Angelman Syndrome (AS) is a neuro-genetic disorder that causes severe physical and intellectual disability. It’s relatively rare, occurring in around 1 in 15,000 people. Typical characteristics of AS are not usually evident at birth, many present with feeding difficulties as infants and with delayed development at around 6-12 months of age. Angels (as they’re often called) have ongoing problems with movement and balance, and will go on to develop little or no speech. Around 85% will develop a seizure disorder that is often difficult to manage, and many will torment their parents with severe sleep disturbance for a good part of their childhood.
They tend to be joyful and have a happy demeanor, characterised by frequent laughing and smiling. Many Angels are attracted to water and love a bath or swimming, which usually involves a lot of excitement. People living with AS will however require, life-long care, intensive therapies to help functional skills and improve their quality of life, and a hell of a lot of input from a range of health professionals.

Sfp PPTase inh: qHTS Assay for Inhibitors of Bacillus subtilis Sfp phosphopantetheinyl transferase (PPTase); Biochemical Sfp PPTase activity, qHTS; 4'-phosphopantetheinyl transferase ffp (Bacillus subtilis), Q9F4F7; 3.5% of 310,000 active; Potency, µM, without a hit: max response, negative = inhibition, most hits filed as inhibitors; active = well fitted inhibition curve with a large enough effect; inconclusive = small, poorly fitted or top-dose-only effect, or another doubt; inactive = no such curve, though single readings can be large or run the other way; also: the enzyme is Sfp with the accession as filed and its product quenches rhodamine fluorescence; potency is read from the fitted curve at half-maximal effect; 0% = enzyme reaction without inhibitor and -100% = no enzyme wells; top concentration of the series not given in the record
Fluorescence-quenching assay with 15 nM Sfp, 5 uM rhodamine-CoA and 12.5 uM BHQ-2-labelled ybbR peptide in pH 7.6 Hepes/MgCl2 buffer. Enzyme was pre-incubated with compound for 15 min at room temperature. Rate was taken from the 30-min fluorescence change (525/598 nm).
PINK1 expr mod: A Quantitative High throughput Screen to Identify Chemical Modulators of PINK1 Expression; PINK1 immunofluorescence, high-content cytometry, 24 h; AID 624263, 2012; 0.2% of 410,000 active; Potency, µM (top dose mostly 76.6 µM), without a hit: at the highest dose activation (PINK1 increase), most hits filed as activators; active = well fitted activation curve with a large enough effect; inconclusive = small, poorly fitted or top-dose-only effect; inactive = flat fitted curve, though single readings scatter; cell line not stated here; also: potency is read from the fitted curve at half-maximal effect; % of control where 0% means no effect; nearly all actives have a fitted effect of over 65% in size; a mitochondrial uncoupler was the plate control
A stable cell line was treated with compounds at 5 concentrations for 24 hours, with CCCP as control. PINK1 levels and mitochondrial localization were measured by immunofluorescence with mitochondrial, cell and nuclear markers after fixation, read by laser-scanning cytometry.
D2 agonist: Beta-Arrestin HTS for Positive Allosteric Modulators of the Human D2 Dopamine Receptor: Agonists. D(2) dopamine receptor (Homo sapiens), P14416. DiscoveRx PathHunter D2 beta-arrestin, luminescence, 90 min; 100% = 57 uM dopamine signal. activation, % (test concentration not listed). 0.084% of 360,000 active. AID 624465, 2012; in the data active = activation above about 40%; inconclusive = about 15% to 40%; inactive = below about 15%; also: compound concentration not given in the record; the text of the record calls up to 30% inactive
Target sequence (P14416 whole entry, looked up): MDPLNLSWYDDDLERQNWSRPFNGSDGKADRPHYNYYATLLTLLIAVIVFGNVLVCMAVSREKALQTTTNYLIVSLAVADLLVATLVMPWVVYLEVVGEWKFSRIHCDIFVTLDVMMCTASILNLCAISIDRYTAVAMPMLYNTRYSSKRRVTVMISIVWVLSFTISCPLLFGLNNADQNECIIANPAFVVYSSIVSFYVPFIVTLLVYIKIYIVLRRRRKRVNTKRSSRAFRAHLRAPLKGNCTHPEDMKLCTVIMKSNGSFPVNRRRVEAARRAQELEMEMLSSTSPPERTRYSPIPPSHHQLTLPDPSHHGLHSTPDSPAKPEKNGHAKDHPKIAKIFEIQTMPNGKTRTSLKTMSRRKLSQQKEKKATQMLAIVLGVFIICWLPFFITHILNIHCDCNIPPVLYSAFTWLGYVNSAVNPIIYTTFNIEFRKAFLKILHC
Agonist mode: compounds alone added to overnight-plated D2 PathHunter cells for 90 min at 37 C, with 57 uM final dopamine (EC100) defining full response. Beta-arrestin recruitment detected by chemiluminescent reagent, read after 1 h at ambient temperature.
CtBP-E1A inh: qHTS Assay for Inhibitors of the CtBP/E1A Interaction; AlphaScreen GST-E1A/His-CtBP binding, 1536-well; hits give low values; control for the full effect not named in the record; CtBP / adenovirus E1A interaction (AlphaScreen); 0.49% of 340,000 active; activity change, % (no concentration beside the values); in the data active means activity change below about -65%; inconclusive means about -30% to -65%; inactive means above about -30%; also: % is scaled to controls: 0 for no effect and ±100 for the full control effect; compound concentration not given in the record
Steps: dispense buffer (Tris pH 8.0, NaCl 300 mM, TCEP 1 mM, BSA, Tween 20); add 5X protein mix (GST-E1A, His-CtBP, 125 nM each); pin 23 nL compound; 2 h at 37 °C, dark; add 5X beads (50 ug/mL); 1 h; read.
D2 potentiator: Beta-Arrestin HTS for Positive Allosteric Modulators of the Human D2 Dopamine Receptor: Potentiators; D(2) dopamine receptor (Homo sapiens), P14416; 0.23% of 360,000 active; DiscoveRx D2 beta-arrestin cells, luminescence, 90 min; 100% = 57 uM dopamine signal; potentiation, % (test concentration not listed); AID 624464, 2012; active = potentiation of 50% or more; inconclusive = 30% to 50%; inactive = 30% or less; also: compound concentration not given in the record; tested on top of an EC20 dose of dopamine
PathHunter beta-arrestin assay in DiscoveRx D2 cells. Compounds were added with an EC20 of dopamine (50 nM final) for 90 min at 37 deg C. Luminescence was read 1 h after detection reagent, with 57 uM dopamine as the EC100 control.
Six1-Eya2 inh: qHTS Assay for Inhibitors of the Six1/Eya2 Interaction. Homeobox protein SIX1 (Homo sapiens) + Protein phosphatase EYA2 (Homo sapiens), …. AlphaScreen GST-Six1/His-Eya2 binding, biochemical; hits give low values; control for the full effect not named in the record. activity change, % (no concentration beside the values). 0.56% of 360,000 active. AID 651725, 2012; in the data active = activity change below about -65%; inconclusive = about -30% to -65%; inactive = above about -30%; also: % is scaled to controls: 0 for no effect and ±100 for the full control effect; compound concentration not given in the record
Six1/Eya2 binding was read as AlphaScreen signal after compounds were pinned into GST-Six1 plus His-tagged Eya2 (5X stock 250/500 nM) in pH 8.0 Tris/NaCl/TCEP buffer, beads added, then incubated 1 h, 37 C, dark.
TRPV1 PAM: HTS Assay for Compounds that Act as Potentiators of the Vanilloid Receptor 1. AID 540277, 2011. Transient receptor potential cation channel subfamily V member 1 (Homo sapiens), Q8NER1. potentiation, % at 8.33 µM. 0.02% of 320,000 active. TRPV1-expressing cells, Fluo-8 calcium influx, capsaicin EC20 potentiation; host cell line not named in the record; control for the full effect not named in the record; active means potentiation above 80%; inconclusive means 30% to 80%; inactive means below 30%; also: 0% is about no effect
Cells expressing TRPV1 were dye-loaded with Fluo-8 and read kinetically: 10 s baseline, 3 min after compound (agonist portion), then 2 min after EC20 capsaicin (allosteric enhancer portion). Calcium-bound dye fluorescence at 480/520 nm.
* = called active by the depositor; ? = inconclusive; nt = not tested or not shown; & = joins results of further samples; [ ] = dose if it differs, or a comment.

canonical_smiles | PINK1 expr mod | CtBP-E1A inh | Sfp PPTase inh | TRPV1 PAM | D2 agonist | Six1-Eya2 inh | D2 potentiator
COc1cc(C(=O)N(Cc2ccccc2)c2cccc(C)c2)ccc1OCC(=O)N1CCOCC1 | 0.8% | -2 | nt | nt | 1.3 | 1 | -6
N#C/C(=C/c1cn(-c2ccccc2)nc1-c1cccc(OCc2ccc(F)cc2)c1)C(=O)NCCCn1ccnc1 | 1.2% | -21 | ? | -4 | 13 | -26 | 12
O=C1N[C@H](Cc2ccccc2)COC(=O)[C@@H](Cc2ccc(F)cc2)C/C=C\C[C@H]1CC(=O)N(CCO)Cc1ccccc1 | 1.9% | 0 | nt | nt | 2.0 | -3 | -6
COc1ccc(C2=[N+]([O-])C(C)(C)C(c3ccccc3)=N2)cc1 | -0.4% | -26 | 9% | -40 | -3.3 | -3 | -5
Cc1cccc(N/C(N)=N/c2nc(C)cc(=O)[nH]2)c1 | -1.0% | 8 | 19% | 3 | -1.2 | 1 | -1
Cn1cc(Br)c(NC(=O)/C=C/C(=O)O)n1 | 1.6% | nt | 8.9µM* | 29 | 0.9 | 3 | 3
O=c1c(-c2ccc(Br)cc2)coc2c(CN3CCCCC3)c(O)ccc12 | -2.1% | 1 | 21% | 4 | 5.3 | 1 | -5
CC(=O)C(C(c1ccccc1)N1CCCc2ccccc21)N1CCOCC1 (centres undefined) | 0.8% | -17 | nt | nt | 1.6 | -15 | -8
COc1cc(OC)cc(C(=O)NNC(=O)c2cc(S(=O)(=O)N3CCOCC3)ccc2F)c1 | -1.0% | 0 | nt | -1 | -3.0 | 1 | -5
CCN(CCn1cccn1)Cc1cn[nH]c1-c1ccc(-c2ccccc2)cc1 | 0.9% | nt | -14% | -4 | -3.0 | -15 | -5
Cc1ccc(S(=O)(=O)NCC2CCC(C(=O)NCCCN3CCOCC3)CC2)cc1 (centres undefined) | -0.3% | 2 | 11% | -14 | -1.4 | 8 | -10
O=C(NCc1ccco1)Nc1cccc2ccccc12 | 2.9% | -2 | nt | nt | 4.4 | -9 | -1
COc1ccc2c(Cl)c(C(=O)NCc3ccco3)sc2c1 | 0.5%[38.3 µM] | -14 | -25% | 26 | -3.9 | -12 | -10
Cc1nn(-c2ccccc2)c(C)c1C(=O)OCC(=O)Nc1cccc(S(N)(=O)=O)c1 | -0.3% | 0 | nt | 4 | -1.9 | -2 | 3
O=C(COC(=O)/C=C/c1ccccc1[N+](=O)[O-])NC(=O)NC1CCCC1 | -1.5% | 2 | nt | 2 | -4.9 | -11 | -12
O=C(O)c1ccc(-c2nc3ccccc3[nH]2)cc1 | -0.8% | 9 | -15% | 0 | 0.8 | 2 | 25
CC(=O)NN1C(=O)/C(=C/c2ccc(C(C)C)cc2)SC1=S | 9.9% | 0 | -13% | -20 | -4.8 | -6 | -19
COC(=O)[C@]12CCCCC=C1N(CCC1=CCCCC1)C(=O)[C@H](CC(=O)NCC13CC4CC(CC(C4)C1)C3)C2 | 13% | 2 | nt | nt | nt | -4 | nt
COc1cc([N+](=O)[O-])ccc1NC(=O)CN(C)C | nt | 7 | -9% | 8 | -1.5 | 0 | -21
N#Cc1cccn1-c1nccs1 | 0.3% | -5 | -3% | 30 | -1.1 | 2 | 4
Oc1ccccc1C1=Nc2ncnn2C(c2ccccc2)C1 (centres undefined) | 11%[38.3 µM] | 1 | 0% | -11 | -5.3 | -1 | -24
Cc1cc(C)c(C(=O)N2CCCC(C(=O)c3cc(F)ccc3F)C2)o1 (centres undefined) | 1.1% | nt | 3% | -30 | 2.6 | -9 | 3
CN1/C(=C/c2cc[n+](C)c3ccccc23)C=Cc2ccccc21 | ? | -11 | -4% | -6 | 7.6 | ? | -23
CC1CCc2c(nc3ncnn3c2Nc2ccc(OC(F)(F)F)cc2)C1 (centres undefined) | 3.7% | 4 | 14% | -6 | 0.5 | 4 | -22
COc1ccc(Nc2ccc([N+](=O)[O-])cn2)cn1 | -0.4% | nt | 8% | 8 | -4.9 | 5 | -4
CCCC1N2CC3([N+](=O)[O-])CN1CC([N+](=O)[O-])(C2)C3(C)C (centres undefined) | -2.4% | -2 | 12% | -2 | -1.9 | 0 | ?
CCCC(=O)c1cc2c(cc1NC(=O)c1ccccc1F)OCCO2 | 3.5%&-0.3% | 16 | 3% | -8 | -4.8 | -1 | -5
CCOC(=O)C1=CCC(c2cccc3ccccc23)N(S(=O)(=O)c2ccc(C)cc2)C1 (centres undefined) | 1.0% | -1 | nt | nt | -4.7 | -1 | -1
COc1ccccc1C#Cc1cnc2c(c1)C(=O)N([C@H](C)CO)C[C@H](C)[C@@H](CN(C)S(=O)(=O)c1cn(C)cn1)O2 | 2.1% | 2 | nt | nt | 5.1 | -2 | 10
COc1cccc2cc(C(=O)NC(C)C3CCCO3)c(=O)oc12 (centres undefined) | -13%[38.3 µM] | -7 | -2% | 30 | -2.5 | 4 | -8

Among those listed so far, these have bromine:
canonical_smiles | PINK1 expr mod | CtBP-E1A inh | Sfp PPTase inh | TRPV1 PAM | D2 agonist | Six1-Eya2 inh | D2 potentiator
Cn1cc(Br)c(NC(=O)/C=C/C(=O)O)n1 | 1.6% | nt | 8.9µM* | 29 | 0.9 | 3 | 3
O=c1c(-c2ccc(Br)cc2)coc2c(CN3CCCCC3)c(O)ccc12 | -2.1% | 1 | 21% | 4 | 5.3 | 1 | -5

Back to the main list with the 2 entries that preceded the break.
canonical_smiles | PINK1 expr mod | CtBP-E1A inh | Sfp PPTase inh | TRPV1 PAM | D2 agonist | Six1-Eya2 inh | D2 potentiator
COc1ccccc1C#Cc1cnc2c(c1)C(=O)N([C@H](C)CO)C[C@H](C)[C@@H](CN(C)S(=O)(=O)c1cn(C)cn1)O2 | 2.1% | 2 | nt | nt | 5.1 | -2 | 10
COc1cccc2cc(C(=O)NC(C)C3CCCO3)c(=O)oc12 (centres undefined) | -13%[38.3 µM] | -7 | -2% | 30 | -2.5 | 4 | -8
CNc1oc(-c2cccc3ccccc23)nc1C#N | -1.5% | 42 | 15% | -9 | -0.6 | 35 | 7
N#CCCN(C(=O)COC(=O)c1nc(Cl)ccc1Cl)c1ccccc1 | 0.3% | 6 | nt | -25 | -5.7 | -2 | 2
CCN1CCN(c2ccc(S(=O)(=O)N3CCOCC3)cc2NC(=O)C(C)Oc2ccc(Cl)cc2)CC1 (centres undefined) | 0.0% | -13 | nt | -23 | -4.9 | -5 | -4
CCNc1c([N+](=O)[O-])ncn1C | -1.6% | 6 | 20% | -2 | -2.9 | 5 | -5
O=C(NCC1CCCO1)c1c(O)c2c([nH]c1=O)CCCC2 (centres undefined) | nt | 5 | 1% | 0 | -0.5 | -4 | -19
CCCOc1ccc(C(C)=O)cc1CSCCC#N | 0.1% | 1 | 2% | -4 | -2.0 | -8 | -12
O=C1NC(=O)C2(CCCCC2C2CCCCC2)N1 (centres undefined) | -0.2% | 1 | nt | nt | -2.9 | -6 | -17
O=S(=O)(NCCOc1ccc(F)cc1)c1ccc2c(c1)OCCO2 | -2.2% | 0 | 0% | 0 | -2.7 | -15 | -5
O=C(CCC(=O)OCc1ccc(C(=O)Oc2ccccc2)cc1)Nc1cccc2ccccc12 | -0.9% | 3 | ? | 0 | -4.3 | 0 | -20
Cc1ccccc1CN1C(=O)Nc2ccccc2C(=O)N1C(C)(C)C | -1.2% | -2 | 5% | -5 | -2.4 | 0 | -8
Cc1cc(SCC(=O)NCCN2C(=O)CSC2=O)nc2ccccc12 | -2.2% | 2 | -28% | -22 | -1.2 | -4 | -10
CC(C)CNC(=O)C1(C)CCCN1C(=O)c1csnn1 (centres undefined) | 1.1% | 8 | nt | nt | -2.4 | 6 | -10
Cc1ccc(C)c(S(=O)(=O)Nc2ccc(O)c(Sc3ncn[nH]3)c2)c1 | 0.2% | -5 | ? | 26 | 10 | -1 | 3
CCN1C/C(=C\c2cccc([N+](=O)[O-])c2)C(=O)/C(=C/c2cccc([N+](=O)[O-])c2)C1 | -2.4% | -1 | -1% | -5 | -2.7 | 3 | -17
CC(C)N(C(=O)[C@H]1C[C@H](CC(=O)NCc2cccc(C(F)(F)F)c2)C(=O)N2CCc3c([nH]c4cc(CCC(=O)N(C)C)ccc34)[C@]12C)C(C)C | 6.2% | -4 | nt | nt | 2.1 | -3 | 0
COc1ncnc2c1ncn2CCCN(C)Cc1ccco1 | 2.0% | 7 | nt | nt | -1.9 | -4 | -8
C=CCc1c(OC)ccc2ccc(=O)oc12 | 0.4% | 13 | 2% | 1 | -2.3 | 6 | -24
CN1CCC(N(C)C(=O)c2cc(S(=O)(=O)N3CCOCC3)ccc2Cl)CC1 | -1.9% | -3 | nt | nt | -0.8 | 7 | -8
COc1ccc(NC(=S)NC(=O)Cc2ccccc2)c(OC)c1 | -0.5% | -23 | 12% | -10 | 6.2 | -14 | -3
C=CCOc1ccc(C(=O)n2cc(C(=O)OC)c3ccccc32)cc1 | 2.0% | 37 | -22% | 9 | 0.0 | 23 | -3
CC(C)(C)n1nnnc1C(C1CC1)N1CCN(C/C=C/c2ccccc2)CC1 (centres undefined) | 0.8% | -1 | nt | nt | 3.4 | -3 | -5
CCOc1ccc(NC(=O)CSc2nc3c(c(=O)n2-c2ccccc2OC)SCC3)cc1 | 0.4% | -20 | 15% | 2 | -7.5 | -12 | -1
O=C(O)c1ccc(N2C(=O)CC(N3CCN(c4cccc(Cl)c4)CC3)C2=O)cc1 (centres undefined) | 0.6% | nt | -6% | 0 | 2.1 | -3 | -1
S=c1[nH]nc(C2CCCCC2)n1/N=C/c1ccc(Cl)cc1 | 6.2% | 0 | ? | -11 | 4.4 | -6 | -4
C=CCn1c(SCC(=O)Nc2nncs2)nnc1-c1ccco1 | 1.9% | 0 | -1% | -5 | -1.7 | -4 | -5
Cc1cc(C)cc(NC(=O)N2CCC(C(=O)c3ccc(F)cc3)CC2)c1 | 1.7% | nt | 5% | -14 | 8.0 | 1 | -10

In most cases, Angelman Syndrome isn’t inherited and the genetic anomaly responsible occurs by chance around conception. It results from the loss of function of the UBE3A gene in the brain. The loss of the enzyme that is produced by this UBE3A gene prevents neurons from functioning correctly, leading to major deficits in learning and memory. The loss of this gene does not appear to affect neuronal development, so that theoretically neurons could function normally if UBE3A function is restored.
There is a lot of interest and excitement in the AS community around recent research developments, and we are told that finding treatments and even a cure for AS is not out of reach. However, it is a rare condition and raising funds for research is an up-hill battle.
The Foundation for Angelman Syndrome Therapeutics (FAST) is committed to this cause. They do a great job, you can learn more about this and/or make a donation to support AS medical research at the FAST website
This video was put together by FAST, to raise awareness and understanding in the community around AS.